Sometimes it’s the photos that are blurry and candid that capture the most joy. Here I am with SBF Coordinator Dennis Kiprop in 2011.

What does joy feel like? For me, it is a feeling of expanse and effortlessness, an emotion that fills my heart and soul. Joy opens me to experience something that feels bigger than I alone.

Thinking about these positive emotions of joy, it is difficult to believe that the tests in my life should be moments of joy. James calls us to feel happy even in the midst of challenge, when we are most tempted to ignore God and ignore the joy of the Lord.

The song reminds me that, “the joy of the Lord is my strength.” And it is in times of test that I need that internal strength.

joy_nastee_nevThis may be an easier idea to read than to put into practice. When I feel unsafe on the road, or when I experience sickness, I don’t naturally think to consider joy.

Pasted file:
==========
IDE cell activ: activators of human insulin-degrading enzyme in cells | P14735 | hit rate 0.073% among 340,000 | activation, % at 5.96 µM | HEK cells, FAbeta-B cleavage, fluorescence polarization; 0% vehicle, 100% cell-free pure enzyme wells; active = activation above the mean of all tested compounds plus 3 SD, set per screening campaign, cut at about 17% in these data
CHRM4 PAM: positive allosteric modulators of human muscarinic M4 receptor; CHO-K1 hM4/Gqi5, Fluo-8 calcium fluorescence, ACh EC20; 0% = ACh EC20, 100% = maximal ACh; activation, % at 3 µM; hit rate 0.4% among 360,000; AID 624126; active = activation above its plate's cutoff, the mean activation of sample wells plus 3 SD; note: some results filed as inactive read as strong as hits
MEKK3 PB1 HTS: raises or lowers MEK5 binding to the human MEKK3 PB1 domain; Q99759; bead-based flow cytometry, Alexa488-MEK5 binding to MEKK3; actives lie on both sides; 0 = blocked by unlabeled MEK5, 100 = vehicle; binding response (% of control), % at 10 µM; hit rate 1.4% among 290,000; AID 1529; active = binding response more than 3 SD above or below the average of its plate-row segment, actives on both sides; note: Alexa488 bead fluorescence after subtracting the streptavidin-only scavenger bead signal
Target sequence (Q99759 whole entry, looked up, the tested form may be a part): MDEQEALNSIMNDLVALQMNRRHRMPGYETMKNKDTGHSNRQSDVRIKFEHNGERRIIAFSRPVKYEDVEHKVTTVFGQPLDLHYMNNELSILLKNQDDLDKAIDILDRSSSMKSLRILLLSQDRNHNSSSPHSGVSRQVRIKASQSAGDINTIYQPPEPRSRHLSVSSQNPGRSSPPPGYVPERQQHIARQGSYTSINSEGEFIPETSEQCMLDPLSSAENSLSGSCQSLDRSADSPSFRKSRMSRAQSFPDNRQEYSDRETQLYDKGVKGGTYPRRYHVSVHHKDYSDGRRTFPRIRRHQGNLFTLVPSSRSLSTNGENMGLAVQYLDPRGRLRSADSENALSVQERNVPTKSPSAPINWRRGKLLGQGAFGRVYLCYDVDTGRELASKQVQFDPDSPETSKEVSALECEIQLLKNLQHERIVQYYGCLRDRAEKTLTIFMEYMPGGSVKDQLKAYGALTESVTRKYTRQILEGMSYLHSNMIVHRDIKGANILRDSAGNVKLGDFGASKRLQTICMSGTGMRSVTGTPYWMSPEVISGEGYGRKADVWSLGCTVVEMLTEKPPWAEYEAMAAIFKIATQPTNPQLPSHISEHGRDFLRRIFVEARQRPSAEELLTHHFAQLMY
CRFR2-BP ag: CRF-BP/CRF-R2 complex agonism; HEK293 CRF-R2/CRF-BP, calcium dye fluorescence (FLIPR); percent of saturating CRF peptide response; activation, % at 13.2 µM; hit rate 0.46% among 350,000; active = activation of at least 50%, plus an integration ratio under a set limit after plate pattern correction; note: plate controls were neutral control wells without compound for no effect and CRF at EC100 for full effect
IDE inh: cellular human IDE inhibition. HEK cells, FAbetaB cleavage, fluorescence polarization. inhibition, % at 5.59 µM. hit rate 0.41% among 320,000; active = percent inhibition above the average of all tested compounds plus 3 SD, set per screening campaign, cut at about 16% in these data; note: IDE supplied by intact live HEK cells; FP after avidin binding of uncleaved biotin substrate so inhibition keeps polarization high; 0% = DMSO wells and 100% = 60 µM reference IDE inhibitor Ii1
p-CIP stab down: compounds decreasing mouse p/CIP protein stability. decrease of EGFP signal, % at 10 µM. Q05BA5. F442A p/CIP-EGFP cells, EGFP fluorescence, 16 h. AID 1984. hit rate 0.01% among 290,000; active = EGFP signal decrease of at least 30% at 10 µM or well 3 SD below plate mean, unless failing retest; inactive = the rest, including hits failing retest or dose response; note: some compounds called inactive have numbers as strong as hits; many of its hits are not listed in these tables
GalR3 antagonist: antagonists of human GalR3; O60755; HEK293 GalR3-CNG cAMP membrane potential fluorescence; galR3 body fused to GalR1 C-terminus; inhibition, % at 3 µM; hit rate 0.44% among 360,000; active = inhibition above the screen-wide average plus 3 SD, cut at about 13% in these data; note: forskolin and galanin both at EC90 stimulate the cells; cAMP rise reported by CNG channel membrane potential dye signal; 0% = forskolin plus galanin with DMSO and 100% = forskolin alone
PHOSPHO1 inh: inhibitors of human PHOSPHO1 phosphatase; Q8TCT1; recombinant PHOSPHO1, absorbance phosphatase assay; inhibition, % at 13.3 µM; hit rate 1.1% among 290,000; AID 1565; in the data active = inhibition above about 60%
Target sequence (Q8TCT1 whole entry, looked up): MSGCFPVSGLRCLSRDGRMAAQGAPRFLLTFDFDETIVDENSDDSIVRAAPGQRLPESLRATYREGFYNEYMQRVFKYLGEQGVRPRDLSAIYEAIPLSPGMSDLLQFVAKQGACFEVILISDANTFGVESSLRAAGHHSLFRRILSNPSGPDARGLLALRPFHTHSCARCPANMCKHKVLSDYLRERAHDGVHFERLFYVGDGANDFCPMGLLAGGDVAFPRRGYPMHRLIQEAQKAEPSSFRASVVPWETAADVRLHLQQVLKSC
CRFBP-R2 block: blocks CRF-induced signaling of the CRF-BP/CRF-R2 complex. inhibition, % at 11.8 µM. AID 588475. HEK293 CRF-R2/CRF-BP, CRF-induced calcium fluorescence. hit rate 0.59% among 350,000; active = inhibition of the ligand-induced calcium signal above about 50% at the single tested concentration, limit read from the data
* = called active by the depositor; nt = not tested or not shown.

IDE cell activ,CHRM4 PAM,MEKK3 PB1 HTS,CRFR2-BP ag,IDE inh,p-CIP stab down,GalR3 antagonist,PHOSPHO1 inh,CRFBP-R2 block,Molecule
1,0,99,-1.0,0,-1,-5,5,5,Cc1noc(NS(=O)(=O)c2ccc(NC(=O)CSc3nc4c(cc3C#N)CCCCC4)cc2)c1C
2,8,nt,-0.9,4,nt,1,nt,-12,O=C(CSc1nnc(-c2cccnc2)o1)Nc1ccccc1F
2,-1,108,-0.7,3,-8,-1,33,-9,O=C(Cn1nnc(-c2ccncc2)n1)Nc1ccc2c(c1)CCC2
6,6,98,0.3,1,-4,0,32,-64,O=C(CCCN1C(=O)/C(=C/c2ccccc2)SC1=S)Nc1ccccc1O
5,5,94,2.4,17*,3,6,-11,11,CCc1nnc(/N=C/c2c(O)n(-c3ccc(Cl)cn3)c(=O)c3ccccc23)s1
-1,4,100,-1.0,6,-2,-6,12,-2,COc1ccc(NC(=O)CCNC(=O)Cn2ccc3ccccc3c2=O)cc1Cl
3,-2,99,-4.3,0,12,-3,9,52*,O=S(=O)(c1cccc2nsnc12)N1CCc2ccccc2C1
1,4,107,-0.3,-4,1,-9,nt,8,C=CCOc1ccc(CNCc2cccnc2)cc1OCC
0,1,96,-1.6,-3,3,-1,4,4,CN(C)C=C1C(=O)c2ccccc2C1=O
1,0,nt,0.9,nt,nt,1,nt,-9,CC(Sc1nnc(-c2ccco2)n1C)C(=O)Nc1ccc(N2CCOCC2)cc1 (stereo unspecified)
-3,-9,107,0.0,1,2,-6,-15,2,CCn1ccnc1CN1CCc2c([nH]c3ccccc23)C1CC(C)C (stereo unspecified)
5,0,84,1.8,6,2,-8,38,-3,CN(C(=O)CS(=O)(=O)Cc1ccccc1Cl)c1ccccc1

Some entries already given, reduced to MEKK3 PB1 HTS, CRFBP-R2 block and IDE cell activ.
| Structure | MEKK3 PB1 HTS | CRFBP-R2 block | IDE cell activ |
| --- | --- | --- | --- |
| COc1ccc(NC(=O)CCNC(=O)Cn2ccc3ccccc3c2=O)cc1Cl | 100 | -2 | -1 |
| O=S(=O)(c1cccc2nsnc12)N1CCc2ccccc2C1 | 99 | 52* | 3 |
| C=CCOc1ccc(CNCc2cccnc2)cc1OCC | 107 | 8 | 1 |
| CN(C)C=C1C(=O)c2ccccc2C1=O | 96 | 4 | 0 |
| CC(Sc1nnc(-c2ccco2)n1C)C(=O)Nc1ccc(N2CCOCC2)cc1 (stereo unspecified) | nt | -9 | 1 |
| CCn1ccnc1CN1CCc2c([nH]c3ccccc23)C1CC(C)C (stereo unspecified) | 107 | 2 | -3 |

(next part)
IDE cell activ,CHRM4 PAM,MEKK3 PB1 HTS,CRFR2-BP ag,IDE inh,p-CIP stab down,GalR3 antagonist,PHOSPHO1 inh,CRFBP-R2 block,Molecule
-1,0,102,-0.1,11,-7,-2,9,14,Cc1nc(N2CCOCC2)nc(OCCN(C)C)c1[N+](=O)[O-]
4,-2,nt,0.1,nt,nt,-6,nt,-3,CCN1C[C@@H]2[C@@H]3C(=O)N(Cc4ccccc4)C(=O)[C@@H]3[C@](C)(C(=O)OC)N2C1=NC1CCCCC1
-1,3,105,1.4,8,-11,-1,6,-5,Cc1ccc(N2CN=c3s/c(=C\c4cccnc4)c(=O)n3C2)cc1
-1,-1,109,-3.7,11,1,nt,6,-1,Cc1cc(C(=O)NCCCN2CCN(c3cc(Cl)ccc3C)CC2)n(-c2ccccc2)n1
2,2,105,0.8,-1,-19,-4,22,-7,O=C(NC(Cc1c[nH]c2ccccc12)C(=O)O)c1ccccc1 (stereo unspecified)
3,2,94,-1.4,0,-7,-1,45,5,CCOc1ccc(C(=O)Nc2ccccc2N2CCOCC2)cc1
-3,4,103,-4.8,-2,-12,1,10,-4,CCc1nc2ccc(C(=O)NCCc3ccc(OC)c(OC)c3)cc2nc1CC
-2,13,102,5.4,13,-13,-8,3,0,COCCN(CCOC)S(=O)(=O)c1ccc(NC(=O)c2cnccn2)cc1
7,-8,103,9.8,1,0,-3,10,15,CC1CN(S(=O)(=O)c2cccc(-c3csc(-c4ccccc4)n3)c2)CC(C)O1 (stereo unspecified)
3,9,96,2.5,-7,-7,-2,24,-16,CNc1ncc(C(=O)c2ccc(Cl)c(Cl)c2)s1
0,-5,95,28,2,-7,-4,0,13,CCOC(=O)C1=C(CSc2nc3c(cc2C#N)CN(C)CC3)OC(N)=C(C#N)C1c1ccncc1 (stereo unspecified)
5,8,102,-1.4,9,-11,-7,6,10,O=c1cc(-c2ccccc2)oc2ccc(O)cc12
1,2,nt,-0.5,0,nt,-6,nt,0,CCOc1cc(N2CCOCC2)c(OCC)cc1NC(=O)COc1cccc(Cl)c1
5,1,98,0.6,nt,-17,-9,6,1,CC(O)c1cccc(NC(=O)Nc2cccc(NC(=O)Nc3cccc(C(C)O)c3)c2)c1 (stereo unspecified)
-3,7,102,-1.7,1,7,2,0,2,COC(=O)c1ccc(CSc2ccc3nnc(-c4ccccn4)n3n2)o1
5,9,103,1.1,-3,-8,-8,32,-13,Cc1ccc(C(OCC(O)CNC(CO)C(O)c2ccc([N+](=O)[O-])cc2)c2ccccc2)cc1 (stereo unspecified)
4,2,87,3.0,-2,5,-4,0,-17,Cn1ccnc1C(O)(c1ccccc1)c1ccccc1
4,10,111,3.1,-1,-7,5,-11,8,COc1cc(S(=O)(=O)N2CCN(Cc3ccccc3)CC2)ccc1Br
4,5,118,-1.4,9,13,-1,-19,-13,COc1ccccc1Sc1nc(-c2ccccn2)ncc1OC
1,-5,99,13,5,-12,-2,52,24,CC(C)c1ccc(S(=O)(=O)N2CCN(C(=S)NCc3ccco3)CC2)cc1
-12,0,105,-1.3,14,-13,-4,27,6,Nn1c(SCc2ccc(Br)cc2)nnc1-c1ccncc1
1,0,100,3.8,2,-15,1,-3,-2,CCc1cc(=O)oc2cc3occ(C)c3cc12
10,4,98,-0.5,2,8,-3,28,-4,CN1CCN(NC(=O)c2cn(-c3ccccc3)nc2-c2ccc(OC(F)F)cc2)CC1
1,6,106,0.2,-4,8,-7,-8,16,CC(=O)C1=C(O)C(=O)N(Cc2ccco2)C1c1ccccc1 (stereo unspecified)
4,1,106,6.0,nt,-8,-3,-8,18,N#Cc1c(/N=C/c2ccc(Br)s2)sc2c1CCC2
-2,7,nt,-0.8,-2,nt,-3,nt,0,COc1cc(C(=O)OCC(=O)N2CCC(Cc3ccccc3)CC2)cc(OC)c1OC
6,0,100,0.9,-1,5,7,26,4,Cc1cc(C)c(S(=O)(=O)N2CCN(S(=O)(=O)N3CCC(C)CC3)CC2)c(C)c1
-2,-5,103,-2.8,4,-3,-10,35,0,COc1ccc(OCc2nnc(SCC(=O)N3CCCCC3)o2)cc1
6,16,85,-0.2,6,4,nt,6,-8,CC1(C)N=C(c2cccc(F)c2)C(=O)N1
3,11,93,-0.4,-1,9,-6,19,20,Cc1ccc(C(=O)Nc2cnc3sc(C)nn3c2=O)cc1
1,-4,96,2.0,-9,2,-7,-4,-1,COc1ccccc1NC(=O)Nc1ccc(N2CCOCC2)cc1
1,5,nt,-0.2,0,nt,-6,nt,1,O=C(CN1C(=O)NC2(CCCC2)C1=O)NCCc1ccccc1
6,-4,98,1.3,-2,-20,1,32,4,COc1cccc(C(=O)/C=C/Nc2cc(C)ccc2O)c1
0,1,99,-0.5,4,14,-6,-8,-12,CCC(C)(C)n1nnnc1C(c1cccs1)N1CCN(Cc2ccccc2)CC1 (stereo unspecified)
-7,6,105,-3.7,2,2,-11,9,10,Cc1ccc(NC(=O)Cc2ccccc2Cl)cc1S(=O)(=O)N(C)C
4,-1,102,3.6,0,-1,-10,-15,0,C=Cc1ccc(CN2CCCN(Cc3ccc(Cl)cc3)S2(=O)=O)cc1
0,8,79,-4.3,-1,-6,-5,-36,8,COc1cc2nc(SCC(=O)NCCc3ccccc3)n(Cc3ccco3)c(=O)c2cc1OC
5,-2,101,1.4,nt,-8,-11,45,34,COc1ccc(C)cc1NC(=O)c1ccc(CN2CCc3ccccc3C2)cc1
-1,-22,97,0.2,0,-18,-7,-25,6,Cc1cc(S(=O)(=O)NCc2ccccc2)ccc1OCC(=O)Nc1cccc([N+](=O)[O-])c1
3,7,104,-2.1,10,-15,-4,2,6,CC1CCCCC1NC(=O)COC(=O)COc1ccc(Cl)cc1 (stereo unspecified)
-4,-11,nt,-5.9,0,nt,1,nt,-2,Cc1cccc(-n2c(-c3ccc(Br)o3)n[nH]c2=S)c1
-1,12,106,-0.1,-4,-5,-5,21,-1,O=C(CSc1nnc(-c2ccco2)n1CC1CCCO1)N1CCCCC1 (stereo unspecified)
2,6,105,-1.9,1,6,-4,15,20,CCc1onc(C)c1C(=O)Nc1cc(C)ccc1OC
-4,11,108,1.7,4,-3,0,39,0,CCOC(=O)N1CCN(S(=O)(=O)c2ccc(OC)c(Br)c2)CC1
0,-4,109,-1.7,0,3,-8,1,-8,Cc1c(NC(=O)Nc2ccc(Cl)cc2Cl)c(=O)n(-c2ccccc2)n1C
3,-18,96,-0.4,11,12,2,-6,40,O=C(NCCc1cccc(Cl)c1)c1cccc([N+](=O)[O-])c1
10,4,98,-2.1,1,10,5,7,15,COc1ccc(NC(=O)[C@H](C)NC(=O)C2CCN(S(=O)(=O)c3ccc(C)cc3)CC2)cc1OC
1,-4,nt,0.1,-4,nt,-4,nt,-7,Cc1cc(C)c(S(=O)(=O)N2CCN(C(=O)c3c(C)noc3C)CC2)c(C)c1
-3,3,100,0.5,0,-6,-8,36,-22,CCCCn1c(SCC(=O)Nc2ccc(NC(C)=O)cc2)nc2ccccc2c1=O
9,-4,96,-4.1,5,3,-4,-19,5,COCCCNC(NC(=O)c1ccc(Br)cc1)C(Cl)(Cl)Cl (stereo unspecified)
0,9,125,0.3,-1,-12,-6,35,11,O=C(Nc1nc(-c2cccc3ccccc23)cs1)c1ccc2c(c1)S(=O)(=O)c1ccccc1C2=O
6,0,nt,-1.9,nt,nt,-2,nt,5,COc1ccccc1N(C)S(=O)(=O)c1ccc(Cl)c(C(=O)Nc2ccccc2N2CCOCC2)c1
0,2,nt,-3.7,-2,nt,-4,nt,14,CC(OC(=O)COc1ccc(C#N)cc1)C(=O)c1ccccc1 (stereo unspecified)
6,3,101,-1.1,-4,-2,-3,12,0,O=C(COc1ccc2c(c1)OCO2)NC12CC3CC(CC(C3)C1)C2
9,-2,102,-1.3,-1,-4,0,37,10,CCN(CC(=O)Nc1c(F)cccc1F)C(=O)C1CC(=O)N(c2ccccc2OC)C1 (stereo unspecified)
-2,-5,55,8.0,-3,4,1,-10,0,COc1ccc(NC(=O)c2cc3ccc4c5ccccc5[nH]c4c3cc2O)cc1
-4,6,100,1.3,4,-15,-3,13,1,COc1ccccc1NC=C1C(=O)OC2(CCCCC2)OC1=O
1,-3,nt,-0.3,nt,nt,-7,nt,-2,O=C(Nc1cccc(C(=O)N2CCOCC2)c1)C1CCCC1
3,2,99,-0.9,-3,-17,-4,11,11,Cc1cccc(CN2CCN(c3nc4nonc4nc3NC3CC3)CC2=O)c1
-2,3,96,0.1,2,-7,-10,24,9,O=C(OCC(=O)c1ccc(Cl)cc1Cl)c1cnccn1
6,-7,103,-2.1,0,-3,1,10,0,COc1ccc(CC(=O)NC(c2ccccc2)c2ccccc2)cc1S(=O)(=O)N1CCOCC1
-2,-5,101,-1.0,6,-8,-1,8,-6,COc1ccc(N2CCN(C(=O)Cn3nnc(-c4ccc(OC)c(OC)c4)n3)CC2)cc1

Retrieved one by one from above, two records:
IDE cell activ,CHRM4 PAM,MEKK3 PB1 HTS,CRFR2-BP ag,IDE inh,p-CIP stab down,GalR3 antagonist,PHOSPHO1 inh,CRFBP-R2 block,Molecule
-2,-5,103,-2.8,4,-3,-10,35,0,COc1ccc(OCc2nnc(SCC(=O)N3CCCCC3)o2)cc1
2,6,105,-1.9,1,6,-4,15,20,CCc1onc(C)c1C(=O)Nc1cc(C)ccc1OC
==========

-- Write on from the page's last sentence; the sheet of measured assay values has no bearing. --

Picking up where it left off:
But when I remember, when I am able, to consider joy, then the darker thoughts get pushed to the side. I can cultivate joy in those tests by talking to a friend or loved one, by connecting with the larger world, by remembering a past moment of delight, by recalling a beautiful place where I’ve experienced joy, or by putting on a good song and dancing.

Del writes about feeling joy and the power of God in us: “In this quickening power, let me be aware of God’s divine grace activity with awe, wonder and expectancy. Thus the outer condition or negative relationship is dispelled in the light of Spirit. I will practice and exercise this being still, letting go and letting God be God in me, through me, as me.”

That power of God’s joy in us and that privilege to be co-creators with God are available to us when we turn occasions of trial – occasions that, in our human experience, seem despairing – into occasions for joy. 

Related blog posts:

Related Posts Plugin for WordPress, Blogger...